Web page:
Activity: Six Hats for Parallel Thinking

Try this group thinking exercise to examine differing points of view on an issue through trying on “different thinking caps” together.

DIY_Hdr

What are the Six Thinking Hats?

Developed by Edward de Bono, Six Hats is a method that provides direction for group thinking and decision-making by building off the common notion of “putting on your thinking cap.” de Bono has developed six different “hats” that each focus on thinking in one particular direction (feelings, judgment, creativity, process, optimism, and facts).

By having the entire group try each hat in turn, the method enables participants to examine differing points of view on an issue in parallel. The whole group shares the responsibility of all wearing the “devil’s advocate” hat for a specific period of time, the “pie in the sky” hat for a specific period of time, and other kinds of hats as the conversation evolves.

To read more about this activity in action, check out this post about the EmcArts staff Munch Club that focused on the Six Thinking Hats.

Activity Objective

To improve group discussion and decision-making by getting your group thinking in parallel with one another and sharing the same framing lens, as an alternative to a discussion based on quick feedback and opposition.

Worksheet

Download the activity description and Six Hats description worksheet as a PDF here. Download: Six Thinking Hats

Participants

Can be done with any size group.

Duration

Approximately 45 minutes.

Facilitator

A facilitator is recommended to lead the exercise and keep time.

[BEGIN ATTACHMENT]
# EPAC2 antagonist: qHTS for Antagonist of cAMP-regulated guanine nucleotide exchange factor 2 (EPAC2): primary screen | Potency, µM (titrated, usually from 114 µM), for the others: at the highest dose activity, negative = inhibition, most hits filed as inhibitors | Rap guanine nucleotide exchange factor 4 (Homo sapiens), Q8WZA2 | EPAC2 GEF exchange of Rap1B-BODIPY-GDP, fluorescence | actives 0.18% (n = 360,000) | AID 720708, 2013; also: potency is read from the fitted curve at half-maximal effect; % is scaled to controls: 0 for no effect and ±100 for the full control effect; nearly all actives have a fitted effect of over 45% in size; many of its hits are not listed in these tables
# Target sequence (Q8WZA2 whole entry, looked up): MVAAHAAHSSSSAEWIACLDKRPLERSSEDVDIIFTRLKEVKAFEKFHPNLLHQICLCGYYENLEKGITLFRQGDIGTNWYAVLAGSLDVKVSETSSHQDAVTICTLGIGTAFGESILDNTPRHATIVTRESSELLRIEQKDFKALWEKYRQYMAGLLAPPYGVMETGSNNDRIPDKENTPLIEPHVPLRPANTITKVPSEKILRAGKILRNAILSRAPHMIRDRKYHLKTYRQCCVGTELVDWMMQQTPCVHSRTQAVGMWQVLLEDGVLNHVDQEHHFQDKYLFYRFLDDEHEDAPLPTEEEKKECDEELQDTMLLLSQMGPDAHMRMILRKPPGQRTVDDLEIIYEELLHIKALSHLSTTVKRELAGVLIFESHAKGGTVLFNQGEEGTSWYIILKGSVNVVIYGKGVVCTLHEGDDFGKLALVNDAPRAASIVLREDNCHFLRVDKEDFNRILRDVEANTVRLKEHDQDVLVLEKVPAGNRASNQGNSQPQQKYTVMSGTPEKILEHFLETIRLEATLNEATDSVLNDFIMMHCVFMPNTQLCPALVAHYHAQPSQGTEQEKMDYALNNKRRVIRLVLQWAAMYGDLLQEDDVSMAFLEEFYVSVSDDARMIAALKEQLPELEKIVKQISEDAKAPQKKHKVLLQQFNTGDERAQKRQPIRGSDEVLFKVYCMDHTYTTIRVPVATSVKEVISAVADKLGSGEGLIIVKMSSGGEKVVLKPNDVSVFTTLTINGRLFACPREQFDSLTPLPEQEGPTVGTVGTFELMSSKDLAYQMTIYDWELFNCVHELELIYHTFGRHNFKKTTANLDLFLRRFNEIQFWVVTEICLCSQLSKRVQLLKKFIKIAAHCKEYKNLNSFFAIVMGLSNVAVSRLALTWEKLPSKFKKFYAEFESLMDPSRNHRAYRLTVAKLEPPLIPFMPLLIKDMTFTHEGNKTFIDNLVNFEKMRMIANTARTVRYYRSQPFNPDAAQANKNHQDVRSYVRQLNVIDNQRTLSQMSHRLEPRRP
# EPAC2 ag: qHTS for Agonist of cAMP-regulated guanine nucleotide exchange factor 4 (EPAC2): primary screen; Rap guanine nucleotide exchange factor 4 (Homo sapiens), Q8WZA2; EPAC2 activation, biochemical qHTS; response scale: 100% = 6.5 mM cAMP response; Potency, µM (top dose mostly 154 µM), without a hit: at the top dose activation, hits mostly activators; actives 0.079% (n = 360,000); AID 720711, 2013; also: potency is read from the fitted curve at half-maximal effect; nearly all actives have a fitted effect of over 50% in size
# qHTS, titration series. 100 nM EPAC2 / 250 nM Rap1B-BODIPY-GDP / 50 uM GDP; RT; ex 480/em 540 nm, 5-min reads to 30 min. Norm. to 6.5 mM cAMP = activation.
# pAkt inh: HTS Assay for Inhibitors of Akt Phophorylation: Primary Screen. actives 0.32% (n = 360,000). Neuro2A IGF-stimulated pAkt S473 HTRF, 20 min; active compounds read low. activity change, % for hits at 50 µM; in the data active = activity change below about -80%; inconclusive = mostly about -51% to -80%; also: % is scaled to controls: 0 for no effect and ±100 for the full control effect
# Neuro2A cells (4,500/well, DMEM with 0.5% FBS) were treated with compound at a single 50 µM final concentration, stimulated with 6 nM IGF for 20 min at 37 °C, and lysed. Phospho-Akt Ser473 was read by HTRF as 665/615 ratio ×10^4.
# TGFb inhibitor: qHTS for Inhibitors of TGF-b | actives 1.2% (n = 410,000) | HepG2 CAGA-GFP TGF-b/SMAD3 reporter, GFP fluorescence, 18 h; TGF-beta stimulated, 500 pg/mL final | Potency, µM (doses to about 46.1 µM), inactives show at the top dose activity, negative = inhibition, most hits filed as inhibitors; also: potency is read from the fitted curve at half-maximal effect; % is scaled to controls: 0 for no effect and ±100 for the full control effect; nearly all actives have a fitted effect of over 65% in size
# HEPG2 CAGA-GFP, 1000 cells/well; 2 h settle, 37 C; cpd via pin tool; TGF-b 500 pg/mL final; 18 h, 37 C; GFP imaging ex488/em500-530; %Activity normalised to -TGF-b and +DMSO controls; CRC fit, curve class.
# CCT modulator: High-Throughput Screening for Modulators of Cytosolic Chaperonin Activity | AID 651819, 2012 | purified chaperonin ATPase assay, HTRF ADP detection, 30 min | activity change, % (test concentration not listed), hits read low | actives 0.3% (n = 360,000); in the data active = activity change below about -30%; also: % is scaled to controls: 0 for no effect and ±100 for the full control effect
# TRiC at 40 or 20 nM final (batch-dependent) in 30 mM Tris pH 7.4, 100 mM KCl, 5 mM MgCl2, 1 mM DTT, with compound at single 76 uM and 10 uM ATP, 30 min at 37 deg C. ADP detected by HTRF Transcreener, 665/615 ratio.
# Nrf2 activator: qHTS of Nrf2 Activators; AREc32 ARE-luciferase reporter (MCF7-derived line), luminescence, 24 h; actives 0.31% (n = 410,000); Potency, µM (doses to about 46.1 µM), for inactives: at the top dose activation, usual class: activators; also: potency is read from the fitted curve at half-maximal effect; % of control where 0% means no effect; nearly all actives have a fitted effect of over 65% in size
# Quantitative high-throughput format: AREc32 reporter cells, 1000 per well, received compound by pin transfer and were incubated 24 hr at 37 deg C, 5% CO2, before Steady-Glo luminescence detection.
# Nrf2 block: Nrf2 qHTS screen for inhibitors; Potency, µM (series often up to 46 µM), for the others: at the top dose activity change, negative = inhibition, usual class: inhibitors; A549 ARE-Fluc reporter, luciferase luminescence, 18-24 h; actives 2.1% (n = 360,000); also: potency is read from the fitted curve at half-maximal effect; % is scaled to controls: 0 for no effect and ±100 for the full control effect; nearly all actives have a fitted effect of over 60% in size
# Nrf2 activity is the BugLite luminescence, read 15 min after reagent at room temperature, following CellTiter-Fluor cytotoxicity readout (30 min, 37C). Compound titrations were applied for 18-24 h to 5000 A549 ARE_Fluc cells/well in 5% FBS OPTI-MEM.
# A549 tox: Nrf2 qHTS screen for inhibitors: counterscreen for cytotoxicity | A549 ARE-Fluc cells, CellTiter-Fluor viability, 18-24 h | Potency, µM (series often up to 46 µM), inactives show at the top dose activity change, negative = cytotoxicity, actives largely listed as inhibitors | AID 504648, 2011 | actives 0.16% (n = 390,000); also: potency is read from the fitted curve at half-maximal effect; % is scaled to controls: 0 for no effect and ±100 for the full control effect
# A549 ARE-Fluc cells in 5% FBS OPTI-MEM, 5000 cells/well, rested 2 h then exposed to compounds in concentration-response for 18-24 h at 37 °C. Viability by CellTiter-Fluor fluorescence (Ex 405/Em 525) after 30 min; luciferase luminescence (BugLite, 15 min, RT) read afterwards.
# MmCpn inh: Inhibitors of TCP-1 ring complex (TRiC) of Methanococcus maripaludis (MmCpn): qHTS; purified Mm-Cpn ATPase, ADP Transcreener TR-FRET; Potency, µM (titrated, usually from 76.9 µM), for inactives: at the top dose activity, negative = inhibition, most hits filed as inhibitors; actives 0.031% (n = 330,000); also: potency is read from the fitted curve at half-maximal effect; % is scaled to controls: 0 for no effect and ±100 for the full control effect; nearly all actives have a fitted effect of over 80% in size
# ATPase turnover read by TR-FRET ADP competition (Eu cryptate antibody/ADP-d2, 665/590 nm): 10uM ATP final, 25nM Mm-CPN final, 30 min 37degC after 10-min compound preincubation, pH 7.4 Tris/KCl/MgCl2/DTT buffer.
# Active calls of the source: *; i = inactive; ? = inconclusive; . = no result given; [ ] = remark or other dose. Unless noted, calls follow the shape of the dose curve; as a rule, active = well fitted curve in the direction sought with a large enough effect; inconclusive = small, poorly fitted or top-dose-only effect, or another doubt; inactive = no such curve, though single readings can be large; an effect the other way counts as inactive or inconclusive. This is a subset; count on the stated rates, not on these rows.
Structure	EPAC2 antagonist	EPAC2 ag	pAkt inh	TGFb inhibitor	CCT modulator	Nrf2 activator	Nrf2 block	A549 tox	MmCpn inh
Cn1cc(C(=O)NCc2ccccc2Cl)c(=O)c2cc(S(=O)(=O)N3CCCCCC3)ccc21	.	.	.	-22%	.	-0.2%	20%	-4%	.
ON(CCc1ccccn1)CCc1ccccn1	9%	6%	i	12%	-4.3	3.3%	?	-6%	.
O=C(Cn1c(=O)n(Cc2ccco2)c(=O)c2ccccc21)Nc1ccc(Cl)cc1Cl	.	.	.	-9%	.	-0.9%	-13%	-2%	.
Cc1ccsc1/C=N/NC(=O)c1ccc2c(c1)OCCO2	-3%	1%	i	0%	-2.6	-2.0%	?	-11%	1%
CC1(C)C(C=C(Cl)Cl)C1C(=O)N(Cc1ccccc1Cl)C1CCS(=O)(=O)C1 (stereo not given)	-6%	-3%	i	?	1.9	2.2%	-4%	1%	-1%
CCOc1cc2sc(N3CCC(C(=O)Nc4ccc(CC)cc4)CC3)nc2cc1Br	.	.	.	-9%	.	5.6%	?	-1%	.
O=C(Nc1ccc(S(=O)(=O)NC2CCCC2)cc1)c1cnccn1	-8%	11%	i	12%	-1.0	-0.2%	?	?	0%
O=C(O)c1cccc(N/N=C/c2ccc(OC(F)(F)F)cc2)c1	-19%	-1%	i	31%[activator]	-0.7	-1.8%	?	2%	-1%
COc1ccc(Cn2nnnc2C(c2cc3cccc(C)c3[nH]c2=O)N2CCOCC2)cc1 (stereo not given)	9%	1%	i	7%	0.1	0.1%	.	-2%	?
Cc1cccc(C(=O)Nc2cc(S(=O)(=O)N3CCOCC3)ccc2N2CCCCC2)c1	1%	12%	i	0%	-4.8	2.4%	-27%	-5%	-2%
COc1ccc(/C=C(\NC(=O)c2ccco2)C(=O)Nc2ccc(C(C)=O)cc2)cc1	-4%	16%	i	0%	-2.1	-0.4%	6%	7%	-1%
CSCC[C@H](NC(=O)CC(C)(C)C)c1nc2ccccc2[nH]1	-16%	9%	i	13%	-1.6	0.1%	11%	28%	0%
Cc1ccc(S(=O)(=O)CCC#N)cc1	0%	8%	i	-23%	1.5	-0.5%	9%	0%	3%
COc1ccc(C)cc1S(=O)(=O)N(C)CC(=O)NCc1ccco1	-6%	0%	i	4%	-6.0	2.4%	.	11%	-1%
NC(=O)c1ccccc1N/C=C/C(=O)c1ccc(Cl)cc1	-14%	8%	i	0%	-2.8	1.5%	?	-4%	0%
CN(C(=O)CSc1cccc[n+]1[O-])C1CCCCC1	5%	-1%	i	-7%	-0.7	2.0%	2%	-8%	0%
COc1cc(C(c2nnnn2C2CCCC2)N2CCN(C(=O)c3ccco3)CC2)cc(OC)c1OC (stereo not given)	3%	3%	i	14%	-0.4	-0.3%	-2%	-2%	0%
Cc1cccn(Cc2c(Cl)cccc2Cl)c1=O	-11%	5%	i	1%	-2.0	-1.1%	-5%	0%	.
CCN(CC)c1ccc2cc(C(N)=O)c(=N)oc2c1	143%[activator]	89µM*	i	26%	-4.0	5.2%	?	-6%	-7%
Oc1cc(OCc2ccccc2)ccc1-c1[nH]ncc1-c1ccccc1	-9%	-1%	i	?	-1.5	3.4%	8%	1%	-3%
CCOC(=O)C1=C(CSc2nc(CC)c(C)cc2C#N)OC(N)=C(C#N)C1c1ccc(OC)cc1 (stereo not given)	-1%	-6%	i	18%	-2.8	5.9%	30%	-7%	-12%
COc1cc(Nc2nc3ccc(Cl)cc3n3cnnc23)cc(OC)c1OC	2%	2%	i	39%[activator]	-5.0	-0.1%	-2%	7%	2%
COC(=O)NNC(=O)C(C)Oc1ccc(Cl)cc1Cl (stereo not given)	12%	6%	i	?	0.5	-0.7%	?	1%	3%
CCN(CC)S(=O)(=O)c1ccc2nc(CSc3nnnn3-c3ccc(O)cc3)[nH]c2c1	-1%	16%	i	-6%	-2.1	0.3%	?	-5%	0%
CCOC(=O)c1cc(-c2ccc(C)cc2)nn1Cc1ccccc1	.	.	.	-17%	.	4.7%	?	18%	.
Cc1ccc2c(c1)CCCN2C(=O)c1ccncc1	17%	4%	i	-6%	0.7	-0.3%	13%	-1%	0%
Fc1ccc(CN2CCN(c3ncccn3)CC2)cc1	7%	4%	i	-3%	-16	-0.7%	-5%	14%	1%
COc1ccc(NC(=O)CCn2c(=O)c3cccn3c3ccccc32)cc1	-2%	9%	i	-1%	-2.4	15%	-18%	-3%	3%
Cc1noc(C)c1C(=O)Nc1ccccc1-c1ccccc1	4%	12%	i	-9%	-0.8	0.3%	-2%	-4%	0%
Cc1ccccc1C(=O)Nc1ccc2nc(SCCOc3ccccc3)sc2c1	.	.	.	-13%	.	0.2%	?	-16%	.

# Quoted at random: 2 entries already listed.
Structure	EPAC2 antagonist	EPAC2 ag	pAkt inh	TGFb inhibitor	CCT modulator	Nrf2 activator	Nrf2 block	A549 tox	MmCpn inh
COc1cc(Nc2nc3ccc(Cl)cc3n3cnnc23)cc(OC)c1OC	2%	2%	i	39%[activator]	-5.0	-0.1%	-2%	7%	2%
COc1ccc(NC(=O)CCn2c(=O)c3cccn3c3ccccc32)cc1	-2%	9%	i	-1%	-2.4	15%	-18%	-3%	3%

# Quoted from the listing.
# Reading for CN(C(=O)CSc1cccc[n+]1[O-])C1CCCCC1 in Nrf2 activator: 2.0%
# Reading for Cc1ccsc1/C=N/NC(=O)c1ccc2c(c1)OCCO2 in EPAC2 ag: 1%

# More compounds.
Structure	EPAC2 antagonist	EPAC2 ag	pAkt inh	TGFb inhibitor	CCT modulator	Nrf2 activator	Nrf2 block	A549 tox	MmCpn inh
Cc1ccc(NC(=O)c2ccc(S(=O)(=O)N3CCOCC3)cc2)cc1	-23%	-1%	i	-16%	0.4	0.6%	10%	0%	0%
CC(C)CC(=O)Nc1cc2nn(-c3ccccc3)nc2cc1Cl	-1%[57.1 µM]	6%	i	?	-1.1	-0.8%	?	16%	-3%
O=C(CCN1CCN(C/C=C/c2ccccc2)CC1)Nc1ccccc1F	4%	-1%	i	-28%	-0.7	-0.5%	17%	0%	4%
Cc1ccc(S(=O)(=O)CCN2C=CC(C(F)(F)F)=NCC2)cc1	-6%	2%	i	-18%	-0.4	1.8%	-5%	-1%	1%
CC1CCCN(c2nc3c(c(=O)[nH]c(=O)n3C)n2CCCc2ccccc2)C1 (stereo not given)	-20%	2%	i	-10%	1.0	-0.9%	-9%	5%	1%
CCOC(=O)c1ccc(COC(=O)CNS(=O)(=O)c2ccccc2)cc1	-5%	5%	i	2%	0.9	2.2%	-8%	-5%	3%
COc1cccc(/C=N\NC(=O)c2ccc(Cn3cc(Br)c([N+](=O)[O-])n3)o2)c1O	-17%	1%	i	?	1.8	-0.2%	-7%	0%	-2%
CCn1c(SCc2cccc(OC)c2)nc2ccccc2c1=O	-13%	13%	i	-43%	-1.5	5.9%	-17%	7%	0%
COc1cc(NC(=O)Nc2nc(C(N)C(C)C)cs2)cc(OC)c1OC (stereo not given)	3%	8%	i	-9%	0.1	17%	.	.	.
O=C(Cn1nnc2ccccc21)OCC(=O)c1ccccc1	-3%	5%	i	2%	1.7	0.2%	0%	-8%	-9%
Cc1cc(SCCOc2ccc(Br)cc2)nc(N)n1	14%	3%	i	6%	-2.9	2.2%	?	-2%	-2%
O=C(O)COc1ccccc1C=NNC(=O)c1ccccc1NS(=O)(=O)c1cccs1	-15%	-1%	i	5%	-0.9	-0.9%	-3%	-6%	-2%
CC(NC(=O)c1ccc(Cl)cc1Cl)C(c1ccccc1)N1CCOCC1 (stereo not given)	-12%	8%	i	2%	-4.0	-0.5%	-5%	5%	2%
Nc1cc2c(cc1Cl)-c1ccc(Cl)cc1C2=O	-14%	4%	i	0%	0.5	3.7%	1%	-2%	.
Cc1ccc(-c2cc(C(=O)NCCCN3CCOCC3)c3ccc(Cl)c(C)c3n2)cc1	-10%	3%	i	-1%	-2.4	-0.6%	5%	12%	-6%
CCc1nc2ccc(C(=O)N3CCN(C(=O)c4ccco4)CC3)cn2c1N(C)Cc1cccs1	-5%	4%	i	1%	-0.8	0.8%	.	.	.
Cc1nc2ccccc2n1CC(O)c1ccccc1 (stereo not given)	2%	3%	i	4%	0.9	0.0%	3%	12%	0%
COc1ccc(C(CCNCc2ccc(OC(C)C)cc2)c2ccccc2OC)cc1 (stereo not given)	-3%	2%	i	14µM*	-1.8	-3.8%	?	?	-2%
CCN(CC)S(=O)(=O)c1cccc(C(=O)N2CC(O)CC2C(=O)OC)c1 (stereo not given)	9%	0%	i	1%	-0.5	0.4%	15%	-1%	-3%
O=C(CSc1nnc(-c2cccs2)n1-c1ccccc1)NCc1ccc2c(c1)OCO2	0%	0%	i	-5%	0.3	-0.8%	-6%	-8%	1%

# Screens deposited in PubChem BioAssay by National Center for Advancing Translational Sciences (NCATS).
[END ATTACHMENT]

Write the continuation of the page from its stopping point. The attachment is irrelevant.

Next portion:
Activity

Step 1: With the group, the facilitator identifies a topic for discussion.

Step 2: The facilitator passes out a worksheet with descriptions of the Six Hats to each group member.

Step 3: With the group, the facilitator determines an order to use the hats. de Bono recommends that you pair complementary hats, such as White/Red, Yellow/Black, Green/Blue, and that you determine the full order of the hats you’ll “try on” before you start your discussion. It’s often useful to begin and end with Blue. Hats can be repeated.

Step 4: With the group, the facilitator determines a time limit for each hat. Times can vary from 2 minutes to 10 minutes or longer per hat. The Red Hat (feelings) is typically shorter because it’s about gut response. The Green Hat (creativity) might be longer because it about possibilities, alternatives, and new ideas.

Step 5: The facilitator then leads the group through each hat, reminding the group of each hat’s focus and keeping time. The facilitator may need to remind participants to contain their responses to the parameters of the hat.

Reflection

  • How was the discussion you had using the Six Hats different from your typical discussions?
  • How might it help you discuss difficult topics or make decisions?

Sharing

In the comments section, we encourage you to share something that you learned or something that surprised you.

About
Karina Mangu-Ward is the Director of Strategic Initiatives at EmcArts.